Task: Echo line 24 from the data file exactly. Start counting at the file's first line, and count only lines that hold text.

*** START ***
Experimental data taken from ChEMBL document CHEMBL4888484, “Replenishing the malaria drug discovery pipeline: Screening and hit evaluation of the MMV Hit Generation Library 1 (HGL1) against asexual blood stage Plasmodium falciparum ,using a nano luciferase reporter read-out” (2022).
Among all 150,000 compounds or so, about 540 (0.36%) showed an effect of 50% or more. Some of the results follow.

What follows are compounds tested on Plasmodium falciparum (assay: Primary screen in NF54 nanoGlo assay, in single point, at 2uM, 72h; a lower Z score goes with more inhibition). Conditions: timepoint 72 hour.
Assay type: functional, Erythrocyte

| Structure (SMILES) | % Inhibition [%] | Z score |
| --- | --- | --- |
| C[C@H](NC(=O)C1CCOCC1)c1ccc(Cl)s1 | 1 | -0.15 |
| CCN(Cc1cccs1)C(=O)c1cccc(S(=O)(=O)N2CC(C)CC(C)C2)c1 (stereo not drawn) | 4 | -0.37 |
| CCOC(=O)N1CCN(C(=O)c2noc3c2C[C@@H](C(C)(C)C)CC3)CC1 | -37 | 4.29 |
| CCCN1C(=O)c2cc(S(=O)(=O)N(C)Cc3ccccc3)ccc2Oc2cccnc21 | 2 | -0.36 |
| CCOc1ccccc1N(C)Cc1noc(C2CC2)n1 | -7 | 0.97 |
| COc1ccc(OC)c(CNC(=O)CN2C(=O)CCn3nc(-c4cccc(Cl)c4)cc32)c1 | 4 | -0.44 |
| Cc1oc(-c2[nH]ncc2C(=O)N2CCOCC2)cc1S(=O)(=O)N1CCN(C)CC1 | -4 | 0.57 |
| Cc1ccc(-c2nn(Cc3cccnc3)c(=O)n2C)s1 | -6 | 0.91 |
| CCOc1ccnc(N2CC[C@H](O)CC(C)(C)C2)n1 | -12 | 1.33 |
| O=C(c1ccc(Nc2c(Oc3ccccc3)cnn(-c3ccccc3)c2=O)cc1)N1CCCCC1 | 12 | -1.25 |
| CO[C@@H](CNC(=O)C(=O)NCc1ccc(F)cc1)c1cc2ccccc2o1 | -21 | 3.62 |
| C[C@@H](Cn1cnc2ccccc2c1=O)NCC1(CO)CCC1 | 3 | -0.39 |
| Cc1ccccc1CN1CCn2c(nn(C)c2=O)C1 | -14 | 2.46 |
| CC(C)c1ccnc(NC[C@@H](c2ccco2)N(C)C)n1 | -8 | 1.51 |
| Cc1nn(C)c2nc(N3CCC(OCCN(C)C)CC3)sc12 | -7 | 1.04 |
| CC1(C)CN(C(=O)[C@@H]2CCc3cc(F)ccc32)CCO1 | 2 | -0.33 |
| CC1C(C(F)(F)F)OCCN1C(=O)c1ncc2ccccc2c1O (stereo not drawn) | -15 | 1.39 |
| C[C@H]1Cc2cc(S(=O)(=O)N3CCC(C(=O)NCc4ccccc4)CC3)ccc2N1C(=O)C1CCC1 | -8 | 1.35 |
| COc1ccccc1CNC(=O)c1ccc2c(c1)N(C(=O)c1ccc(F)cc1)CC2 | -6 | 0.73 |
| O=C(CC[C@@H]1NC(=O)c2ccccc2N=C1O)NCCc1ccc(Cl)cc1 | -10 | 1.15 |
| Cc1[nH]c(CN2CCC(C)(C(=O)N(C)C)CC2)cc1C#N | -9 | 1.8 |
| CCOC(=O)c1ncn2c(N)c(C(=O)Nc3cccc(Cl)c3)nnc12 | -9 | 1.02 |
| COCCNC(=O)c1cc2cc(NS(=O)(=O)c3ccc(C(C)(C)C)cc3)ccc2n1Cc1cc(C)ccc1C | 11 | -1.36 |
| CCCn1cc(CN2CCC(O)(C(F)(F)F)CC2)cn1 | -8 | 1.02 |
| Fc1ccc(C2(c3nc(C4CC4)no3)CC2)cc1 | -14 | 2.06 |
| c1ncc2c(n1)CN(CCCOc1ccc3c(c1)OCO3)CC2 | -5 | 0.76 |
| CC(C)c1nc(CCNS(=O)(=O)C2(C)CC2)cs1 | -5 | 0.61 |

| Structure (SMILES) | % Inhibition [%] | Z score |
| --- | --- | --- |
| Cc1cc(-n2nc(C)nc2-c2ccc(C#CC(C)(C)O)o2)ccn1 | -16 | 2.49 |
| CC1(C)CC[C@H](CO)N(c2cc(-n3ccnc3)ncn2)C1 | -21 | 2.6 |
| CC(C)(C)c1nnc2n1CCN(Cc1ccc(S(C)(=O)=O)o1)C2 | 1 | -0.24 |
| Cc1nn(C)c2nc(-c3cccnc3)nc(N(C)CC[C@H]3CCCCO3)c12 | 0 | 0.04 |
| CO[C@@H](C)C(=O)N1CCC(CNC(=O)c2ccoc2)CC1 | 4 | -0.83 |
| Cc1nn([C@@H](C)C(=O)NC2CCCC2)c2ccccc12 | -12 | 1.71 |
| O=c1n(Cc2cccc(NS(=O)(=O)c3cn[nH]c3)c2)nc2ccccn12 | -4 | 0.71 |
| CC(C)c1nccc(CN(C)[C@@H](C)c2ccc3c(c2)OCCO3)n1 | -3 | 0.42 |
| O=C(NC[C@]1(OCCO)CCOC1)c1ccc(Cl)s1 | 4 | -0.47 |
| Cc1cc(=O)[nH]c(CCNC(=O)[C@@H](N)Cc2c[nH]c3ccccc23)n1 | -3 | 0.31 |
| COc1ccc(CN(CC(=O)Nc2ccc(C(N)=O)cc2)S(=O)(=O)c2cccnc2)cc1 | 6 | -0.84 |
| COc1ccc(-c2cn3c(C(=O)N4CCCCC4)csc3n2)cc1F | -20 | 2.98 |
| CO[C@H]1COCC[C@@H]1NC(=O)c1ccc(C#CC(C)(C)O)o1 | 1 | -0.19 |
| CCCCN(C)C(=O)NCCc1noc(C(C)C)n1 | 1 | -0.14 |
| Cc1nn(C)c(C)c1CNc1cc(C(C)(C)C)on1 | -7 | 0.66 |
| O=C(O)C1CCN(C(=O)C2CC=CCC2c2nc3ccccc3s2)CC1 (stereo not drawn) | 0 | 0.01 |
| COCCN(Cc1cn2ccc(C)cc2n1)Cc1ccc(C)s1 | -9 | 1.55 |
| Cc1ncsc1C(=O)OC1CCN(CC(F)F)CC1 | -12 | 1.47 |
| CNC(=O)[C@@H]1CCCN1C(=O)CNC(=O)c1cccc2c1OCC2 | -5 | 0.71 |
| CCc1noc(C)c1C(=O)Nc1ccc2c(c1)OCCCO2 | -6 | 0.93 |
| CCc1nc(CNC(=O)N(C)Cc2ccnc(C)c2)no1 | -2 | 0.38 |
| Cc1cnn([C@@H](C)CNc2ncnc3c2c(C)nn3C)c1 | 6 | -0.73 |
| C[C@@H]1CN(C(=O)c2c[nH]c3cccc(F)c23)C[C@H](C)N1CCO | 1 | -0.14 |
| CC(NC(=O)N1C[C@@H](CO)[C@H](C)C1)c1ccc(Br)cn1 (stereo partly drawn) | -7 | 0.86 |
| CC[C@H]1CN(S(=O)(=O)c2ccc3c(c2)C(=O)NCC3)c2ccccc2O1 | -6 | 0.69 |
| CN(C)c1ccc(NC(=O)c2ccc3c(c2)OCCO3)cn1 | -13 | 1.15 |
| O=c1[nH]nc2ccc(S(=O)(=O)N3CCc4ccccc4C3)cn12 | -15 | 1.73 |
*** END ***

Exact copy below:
| C[C@H]1Cc2cc(S(=O)(=O)N3CCC(C(=O)NCc4ccccc4)CC3)ccc2N1C(=O)C1CCC1 | -8 | 1.35 |